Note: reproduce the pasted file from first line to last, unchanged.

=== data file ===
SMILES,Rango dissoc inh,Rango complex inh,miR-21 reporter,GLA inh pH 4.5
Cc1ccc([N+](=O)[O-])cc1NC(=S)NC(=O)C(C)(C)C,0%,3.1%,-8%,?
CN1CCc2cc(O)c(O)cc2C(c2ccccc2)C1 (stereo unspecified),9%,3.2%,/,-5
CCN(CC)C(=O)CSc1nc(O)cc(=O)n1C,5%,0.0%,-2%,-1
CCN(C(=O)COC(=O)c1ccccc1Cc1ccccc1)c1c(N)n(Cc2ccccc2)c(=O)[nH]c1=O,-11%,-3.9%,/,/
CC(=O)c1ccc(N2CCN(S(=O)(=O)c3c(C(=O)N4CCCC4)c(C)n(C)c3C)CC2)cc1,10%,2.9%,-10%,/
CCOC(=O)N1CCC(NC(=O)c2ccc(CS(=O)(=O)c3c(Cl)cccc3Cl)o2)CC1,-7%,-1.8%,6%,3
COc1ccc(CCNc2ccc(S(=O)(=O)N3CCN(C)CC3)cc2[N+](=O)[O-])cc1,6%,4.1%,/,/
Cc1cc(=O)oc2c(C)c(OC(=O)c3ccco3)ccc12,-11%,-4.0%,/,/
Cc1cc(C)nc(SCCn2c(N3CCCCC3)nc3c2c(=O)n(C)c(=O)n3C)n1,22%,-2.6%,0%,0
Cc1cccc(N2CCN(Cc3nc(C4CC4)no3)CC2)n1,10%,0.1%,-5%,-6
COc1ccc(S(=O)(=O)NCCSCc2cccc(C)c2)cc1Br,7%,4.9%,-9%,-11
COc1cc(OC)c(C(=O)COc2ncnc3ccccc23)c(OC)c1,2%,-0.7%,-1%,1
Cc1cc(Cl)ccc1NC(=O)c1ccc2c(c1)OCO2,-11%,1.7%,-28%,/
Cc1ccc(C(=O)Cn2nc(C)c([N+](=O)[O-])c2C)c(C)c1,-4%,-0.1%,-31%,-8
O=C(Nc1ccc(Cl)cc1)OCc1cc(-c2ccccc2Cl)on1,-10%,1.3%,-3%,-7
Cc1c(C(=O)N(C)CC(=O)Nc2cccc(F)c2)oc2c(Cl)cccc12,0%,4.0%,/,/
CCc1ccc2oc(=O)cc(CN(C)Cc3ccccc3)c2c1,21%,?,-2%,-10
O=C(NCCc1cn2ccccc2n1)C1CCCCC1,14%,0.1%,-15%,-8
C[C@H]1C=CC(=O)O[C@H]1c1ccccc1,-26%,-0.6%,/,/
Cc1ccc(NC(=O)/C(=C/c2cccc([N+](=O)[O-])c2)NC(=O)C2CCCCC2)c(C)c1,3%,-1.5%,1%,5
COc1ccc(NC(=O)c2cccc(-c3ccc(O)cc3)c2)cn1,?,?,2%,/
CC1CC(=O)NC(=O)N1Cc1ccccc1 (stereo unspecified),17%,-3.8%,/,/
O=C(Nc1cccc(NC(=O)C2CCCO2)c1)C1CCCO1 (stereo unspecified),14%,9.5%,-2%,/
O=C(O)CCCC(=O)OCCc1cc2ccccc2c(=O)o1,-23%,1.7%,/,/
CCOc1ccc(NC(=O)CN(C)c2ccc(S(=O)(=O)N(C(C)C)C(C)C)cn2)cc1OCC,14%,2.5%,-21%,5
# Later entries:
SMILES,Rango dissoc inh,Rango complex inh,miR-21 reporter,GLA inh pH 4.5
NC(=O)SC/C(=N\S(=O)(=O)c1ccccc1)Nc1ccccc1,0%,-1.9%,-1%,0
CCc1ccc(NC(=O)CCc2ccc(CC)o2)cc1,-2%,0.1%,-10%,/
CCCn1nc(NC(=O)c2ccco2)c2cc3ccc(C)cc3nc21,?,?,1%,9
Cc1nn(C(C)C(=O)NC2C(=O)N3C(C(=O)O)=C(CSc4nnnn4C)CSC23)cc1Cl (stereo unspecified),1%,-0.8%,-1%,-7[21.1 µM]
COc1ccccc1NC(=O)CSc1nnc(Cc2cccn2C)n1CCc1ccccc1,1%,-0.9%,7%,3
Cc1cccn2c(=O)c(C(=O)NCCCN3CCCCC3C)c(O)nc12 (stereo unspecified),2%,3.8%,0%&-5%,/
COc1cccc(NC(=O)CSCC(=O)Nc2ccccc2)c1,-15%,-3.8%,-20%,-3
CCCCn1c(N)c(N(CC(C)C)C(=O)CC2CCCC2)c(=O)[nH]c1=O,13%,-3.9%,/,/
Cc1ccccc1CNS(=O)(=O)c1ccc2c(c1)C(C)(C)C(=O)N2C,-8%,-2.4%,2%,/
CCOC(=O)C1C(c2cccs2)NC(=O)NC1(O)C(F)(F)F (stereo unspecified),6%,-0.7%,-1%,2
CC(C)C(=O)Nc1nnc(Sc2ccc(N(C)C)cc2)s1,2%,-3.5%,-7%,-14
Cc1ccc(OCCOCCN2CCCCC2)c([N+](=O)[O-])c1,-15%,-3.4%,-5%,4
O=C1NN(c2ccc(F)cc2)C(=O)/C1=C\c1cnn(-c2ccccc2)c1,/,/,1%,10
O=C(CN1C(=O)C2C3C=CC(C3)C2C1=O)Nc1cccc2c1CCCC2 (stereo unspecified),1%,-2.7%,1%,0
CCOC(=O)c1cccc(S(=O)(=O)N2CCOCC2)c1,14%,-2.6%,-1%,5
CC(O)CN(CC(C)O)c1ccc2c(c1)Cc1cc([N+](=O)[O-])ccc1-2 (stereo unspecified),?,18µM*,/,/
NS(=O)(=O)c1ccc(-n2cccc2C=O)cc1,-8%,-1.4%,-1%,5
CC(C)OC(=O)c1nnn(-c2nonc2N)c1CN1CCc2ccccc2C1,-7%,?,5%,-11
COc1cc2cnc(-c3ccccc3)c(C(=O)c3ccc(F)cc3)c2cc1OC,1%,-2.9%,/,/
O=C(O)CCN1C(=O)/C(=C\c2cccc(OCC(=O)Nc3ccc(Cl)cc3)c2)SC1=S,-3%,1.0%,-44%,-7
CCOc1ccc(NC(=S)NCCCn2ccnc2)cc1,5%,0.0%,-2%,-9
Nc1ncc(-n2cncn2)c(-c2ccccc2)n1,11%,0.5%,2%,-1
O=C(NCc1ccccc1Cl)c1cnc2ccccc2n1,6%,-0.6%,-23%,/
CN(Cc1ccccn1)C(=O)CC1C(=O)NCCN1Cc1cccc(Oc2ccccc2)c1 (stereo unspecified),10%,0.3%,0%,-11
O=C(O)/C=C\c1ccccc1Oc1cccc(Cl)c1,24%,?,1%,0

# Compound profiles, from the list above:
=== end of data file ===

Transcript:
SMILES,Rango dissoc inh,Rango complex inh,miR-21 reporter,GLA inh pH 4.5
Cc1ccc([N+](=O)[O-])cc1NC(=S)NC(=O)C(C)(C)C,0%,3.1%,-8%,?
CN1CCc2cc(O)c(O)cc2C(c2ccccc2)C1 (stereo unspecified),9%,3.2%,/,-5
CCN(CC)C(=O)CSc1nc(O)cc(=O)n1C,5%,0.0%,-2%,-1
CCN(C(=O)COC(=O)c1ccccc1Cc1ccccc1)c1c(N)n(Cc2ccccc2)c(=O)[nH]c1=O,-11%,-3.9%,/,/
CC(=O)c1ccc(N2CCN(S(=O)(=O)c3c(C(=O)N4CCCC4)c(C)n(C)c3C)CC2)cc1,10%,2.9%,-10%,/
CCOC(=O)N1CCC(NC(=O)c2ccc(CS(=O)(=O)c3c(Cl)cccc3Cl)o2)CC1,-7%,-1.8%,6%,3
COc1ccc(CCNc2ccc(S(=O)(=O)N3CCN(C)CC3)cc2[N+](=O)[O-])cc1,6%,4.1%,/,/
Cc1cc(=O)oc2c(C)c(OC(=O)c3ccco3)ccc12,-11%,-4.0%,/,/
Cc1cc(C)nc(SCCn2c(N3CCCCC3)nc3c2c(=O)n(C)c(=O)n3C)n1,22%,-2.6%,0%,0
Cc1cccc(N2CCN(Cc3nc(C4CC4)no3)CC2)n1,10%,0.1%,-5%,-6
COc1ccc(S(=O)(=O)NCCSCc2cccc(C)c2)cc1Br,7%,4.9%,-9%,-11
COc1cc(OC)c(C(=O)COc2ncnc3ccccc23)c(OC)c1,2%,-0.7%,-1%,1
Cc1cc(Cl)ccc1NC(=O)c1ccc2c(c1)OCO2,-11%,1.7%,-28%,/
Cc1ccc(C(=O)Cn2nc(C)c([N+](=O)[O-])c2C)c(C)c1,-4%,-0.1%,-31%,-8
O=C(Nc1ccc(Cl)cc1)OCc1cc(-c2ccccc2Cl)on1,-10%,1.3%,-3%,-7
Cc1c(C(=O)N(C)CC(=O)Nc2cccc(F)c2)oc2c(Cl)cccc12,0%,4.0%,/,/
CCc1ccc2oc(=O)cc(CN(C)Cc3ccccc3)c2c1,21%,?,-2%,-10
O=C(NCCc1cn2ccccc2n1)C1CCCCC1,14%,0.1%,-15%,-8
C[C@H]1C=CC(=O)O[C@H]1c1ccccc1,-26%,-0.6%,/,/
Cc1ccc(NC(=O)/C(=C/c2cccc([N+](=O)[O-])c2)NC(=O)C2CCCCC2)c(C)c1,3%,-1.5%,1%,5
COc1ccc(NC(=O)c2cccc(-c3ccc(O)cc3)c2)cn1,?,?,2%,/
CC1CC(=O)NC(=O)N1Cc1ccccc1 (stereo unspecified),17%,-3.8%,/,/
O=C(Nc1cccc(NC(=O)C2CCCO2)c1)C1CCCO1 (stereo unspecified),14%,9.5%,-2%,/
O=C(O)CCCC(=O)OCCc1cc2ccccc2c(=O)o1,-23%,1.7%,/,/
CCOc1ccc(NC(=O)CN(C)c2ccc(S(=O)(=O)N(C(C)C)C(C)C)cn2)cc1OCC,14%,2.5%,-21%,5
# Later entries:
SMILES,Rango dissoc inh,Rango complex inh,miR-21 reporter,GLA inh pH 4.5
NC(=O)SC/C(=N\S(=O)(=O)c1ccccc1)Nc1ccccc1,0%,-1.9%,-1%,0
CCc1ccc(NC(=O)CCc2ccc(CC)o2)cc1,-2%,0.1%,-10%,/
CCCn1nc(NC(=O)c2ccco2)c2cc3ccc(C)cc3nc21,?,?,1%,9
Cc1nn(C(C)C(=O)NC2C(=O)N3C(C(=O)O)=C(CSc4nnnn4C)CSC23)cc1Cl (stereo unspecified),1%,-0.8%,-1%,-7[21.1 µM]
COc1ccccc1NC(=O)CSc1nnc(Cc2cccn2C)n1CCc1ccccc1,1%,-0.9%,7%,3
Cc1cccn2c(=O)c(C(=O)NCCCN3CCCCC3C)c(O)nc12 (stereo unspecified),2%,3.8%,0%&-5%,/
COc1cccc(NC(=O)CSCC(=O)Nc2ccccc2)c1,-15%,-3.8%,-20%,-3
CCCCn1c(N)c(N(CC(C)C)C(=O)CC2CCCC2)c(=O)[nH]c1=O,13%,-3.9%,/,/
Cc1ccccc1CNS(=O)(=O)c1ccc2c(c1)C(C)(C)C(=O)N2C,-8%,-2.4%,2%,/
CCOC(=O)C1C(c2cccs2)NC(=O)NC1(O)C(F)(F)F (stereo unspecified),6%,-0.7%,-1%,2
CC(C)C(=O)Nc1nnc(Sc2ccc(N(C)C)cc2)s1,2%,-3.5%,-7%,-14
Cc1ccc(OCCOCCN2CCCCC2)c([N+](=O)[O-])c1,-15%,-3.4%,-5%,4
O=C1NN(c2ccc(F)cc2)C(=O)/C1=C\c1cnn(-c2ccccc2)c1,/,/,1%,10
O=C(CN1C(=O)C2C3C=CC(C3)C2C1=O)Nc1cccc2c1CCCC2 (stereo unspecified),1%,-2.7%,1%,0
CCOC(=O)c1cccc(S(=O)(=O)N2CCOCC2)c1,14%,-2.6%,-1%,5
CC(O)CN(CC(C)O)c1ccc2c(c1)Cc1cc([N+](=O)[O-])ccc1-2 (stereo unspecified),?,18µM*,/,/
NS(=O)(=O)c1ccc(-n2cccc2C=O)cc1,-8%,-1.4%,-1%,5
CC(C)OC(=O)c1nnn(-c2nonc2N)c1CN1CCc2ccccc2C1,-7%,?,5%,-11
COc1cc2cnc(-c3ccccc3)c(C(=O)c3ccc(F)cc3)c2cc1OC,1%,-2.9%,/,/
O=C(O)CCN1C(=O)/C(=C\c2cccc(OCC(=O)Nc3ccc(Cl)cc3)c2)SC1=S,-3%,1.0%,-44%,-7
CCOc1ccc(NC(=S)NCCCn2ccnc2)cc1,5%,0.0%,-2%,-9
Nc1ncc(-n2cncn2)c(-c2ccccc2)n1,11%,0.5%,2%,-1
O=C(NCc1ccccc1Cl)c1cnc2ccccc2n1,6%,-0.6%,-23%,/
CN(Cc1ccccn1)C(=O)CC1C(=O)NCCN1Cc1cccc(Oc2ccccc2)c1 (stereo unspecified),10%,0.3%,0%,-11
O=C(O)/C=C\c1ccccc1Oc1cccc(Cl)c1,24%,?,1%,0

# Compound profiles, from the list above: